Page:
COLLABORATIVE COMPUTING CURRICULUM DEVELOPMENT
This 12 week computing curriculum based around the HCI research we undertake here at Open Lab, developed in collaboration with over 600 pupils, eight teachers and three secondary schools.
Pupils pick a personally important survey question, with multiple choice answer - this might be a question about how to improve their school, their community, or be related to their interests. Then, they learn to code a simple voting system using the BBC micro:bit and python.
This approach combines coding, creativity and real-world applications of computing concepts! We're always looking to share these resources, and understand how they can be adopted or adapted by new schools! If you're interested, or want to learn more, please get in contact with us!
This project came about in 2018, where I worked in collaboration with a local secondary school towards the development and delivery of a 12-week computing curriculum for Key Stage 3 (11-14 years old), with a particular focus on encouraging pupil transition from block to text-based programming.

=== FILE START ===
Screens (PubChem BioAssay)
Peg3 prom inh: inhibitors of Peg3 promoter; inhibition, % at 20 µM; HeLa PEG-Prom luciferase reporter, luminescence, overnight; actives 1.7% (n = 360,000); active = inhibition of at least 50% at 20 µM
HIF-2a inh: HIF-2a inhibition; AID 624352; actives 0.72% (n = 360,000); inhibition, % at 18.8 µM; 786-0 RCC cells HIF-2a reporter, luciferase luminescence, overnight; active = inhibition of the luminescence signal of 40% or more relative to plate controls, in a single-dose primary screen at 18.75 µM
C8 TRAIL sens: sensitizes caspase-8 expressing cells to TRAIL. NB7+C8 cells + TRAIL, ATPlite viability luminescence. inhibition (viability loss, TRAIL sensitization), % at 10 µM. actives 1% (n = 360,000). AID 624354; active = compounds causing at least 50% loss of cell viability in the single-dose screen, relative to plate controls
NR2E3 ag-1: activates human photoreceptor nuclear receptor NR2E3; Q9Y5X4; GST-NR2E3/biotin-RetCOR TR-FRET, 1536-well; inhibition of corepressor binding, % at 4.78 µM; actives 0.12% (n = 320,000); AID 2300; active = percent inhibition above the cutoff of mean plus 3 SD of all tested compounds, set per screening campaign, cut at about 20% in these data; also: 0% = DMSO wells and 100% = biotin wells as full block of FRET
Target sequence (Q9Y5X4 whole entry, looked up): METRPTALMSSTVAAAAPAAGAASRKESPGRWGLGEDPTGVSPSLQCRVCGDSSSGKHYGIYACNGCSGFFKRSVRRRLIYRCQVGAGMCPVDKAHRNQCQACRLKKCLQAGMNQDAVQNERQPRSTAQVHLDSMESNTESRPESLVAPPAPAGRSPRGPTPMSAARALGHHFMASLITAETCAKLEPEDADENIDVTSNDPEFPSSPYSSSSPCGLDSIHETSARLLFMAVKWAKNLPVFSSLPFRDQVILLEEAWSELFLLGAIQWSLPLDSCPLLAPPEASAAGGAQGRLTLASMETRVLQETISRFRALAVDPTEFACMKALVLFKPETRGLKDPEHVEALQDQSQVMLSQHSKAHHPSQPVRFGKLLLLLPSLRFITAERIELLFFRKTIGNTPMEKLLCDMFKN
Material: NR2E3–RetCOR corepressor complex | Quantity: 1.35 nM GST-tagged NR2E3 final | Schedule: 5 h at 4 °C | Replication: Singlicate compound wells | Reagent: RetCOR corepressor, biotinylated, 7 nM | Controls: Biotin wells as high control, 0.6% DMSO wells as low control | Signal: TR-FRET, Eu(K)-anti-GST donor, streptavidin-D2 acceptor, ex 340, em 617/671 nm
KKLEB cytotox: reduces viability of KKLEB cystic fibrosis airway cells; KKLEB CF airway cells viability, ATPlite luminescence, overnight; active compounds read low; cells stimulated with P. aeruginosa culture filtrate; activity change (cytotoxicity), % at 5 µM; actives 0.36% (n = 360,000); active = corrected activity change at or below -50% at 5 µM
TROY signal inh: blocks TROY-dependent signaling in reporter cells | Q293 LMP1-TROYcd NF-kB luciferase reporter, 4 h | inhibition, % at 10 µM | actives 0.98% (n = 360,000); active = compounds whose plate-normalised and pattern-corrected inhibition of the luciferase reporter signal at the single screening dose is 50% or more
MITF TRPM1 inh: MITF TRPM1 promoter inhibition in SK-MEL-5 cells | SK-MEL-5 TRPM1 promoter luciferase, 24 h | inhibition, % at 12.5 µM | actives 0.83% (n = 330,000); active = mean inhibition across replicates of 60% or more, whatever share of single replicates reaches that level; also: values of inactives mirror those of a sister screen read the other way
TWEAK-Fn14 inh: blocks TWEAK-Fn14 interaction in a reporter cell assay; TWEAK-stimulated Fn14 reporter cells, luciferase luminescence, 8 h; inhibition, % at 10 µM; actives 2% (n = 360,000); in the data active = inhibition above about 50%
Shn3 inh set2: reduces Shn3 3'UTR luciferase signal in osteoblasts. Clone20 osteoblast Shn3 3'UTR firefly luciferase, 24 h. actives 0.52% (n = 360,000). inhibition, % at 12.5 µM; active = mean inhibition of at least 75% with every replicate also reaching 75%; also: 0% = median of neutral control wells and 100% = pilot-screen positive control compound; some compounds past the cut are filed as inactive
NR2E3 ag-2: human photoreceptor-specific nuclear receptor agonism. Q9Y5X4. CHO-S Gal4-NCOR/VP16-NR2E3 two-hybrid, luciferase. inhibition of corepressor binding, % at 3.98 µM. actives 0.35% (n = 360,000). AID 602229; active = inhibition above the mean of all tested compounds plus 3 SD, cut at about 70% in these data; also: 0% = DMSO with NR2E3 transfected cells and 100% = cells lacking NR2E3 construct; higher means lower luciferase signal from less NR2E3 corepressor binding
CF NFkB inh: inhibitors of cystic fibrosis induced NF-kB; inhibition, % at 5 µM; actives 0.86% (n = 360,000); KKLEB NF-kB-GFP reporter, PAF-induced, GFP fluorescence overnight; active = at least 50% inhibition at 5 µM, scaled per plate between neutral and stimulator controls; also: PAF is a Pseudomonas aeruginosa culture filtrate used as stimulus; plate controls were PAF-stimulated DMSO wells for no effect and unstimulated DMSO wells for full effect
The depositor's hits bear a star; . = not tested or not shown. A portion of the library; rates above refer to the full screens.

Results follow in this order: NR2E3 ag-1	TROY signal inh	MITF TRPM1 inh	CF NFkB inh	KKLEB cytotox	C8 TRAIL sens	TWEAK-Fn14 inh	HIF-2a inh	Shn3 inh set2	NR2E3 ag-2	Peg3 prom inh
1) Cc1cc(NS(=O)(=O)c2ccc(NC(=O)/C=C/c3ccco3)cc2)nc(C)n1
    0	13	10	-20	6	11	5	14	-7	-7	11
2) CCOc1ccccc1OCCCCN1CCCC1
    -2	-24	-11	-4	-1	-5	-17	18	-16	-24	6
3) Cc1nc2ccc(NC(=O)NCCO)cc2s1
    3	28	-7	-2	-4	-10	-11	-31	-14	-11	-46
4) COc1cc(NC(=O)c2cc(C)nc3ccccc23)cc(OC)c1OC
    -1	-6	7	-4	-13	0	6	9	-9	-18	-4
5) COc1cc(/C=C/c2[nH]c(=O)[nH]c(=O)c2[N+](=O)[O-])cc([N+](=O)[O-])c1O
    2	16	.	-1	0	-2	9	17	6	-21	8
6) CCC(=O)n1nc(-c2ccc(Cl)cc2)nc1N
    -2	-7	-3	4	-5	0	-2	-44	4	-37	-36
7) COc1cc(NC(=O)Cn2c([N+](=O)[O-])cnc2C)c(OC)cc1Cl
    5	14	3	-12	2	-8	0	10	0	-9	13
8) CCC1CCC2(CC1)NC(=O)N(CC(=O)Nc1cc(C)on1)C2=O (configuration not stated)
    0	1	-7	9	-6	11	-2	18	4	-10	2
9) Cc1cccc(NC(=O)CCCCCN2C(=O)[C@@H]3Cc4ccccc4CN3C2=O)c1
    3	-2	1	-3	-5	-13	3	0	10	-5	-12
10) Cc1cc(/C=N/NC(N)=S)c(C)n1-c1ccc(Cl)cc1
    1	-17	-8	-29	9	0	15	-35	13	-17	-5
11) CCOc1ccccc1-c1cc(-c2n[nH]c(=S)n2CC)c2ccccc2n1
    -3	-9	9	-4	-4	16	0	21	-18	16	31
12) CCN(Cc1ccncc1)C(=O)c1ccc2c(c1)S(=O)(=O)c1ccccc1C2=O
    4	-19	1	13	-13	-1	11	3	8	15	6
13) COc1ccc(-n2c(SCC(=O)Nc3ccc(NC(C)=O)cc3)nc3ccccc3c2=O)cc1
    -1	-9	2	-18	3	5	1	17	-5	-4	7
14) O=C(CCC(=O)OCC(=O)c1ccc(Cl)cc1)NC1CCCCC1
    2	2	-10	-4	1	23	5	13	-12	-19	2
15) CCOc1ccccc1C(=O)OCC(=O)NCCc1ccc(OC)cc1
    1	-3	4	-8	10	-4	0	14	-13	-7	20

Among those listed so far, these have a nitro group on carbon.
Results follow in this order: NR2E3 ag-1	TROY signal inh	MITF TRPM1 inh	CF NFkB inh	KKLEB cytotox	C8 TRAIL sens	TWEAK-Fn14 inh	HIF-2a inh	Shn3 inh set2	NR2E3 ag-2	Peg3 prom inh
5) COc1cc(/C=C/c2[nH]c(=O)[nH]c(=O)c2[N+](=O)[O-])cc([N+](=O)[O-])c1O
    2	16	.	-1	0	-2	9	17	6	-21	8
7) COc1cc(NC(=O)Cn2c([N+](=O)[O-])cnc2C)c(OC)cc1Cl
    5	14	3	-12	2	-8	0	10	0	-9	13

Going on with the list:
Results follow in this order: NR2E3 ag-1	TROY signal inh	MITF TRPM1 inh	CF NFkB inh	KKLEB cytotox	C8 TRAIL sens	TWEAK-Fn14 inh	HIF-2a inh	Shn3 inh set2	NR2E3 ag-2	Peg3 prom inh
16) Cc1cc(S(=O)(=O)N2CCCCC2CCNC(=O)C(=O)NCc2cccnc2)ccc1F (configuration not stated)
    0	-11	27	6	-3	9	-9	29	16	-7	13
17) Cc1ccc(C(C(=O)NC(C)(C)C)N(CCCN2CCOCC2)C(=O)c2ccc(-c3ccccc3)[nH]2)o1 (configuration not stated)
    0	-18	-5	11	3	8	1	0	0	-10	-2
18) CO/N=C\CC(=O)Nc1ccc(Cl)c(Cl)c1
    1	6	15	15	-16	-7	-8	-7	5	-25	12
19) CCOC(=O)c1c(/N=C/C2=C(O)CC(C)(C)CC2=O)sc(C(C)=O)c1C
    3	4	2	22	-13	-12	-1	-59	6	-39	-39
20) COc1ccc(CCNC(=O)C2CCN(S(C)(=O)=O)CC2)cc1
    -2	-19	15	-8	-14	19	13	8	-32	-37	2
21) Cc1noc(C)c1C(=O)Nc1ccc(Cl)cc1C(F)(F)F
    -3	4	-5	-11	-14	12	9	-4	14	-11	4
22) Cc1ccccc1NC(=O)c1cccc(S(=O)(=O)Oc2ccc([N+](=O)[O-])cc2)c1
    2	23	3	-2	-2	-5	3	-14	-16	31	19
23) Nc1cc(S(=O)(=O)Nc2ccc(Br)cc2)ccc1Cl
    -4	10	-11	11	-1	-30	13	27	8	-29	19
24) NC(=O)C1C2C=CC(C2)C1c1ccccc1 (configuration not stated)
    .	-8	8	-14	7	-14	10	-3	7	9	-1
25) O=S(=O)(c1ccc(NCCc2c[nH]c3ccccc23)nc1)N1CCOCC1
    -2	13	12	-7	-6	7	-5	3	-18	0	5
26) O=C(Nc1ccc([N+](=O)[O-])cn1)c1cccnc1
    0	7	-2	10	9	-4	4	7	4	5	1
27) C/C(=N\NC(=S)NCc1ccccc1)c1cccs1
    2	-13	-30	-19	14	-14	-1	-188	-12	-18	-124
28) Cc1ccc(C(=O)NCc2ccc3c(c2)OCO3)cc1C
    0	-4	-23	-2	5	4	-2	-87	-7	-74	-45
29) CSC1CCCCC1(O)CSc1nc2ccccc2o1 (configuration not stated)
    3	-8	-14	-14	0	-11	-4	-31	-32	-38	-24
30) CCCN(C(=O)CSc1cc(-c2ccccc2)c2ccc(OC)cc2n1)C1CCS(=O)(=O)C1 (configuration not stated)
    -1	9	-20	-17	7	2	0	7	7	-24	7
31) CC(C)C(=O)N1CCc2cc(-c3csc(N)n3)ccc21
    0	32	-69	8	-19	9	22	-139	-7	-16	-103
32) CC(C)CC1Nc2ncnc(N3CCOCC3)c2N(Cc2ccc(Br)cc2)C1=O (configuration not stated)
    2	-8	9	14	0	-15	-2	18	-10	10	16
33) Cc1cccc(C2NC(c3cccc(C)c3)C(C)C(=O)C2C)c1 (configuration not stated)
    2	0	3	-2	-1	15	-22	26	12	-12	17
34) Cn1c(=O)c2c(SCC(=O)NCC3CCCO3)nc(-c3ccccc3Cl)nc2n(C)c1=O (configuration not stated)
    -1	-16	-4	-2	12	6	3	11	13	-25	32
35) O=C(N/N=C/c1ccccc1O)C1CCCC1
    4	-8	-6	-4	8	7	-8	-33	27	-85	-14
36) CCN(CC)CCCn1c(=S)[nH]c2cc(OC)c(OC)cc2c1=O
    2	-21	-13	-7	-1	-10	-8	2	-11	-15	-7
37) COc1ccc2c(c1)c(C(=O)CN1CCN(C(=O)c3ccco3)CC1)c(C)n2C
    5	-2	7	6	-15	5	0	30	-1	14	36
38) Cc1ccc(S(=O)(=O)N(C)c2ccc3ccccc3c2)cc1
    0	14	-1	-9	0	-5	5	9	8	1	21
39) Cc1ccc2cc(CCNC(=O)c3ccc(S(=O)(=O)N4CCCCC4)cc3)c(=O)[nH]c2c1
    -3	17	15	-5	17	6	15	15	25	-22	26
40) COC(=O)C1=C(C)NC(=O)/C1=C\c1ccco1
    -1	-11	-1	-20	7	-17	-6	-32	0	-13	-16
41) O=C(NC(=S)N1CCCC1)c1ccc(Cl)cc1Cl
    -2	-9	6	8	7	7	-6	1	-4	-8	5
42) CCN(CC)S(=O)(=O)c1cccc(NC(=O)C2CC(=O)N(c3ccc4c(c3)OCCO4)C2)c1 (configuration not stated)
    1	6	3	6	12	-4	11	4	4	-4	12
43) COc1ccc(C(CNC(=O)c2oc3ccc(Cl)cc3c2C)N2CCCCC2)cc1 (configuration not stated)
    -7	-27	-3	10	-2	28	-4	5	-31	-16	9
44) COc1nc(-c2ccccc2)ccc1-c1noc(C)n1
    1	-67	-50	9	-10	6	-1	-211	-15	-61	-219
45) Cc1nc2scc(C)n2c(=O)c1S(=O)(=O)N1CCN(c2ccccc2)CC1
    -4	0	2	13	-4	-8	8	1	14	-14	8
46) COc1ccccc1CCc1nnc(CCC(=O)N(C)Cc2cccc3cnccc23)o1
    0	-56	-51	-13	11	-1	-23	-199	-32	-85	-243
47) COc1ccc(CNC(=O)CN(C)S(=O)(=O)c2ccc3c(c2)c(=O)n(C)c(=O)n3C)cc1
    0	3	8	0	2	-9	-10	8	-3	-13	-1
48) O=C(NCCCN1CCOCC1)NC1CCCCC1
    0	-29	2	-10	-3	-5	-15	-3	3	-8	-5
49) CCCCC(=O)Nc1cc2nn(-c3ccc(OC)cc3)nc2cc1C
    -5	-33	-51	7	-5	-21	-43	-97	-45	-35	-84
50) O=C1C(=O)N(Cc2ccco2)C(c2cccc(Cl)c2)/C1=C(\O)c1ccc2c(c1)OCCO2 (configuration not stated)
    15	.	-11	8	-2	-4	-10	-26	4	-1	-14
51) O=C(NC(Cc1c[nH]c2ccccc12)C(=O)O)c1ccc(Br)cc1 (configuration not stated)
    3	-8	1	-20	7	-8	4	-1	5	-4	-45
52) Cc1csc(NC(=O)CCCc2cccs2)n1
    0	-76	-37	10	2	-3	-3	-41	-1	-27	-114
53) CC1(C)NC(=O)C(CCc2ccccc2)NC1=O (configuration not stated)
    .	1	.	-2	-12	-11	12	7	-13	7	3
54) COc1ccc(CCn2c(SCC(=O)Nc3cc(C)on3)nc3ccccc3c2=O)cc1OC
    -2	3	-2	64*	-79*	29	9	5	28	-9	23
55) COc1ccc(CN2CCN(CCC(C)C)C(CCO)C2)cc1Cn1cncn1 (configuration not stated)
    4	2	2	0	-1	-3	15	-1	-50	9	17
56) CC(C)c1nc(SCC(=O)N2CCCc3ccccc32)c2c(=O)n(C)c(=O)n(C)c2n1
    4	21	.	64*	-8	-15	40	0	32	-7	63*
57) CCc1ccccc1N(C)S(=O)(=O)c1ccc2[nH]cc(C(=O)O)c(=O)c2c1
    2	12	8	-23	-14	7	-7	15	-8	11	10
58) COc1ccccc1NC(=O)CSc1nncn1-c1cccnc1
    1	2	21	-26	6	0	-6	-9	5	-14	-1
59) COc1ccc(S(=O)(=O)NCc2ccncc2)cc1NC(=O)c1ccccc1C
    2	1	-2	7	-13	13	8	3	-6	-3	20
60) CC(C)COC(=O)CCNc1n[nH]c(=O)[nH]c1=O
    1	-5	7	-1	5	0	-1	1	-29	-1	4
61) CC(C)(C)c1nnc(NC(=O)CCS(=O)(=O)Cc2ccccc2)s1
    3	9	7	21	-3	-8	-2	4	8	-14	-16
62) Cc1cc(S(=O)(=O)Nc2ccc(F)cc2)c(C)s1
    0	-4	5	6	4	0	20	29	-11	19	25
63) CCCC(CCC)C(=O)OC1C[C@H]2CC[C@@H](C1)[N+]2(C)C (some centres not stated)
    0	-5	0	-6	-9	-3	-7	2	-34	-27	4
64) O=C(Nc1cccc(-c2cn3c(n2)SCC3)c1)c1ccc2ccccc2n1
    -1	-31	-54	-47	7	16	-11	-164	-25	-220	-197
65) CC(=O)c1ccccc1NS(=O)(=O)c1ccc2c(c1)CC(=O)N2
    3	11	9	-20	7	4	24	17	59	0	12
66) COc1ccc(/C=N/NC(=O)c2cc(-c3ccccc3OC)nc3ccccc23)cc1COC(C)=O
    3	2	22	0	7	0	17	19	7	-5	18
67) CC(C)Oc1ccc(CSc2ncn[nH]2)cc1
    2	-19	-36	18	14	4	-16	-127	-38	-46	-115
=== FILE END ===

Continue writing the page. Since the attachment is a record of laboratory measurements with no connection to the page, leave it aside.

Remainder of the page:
Using a Design Studio approach, pupils were commissioned to respond to a challenge set by Newcastle University - "How can you improve your school environment?". Pupils could decide on the areas they wished to explore, ranging from dance hall supervision to what food should be served in the cafeteria. BBC Micro:bits would be used as a key element to record responses.
Throughout the project, I worked in collaboration with teachers and pupils, to iterate on the final curriculum model. This contributed to an understanding of how universities and schools might work collaboratively to develop engaging curriculum materials.
Aiming for an improvement in pupil engagement, this publication outlines the lessons we learned from working in collaboration with pupils and teachers for four Year 8 classes in a secondary school in England. Through this research, we explored the viability of the Design Studio approach, as a pedagogical tool for improving pupil resilience and confidence in text-based programming, while engaging reluctant pupils.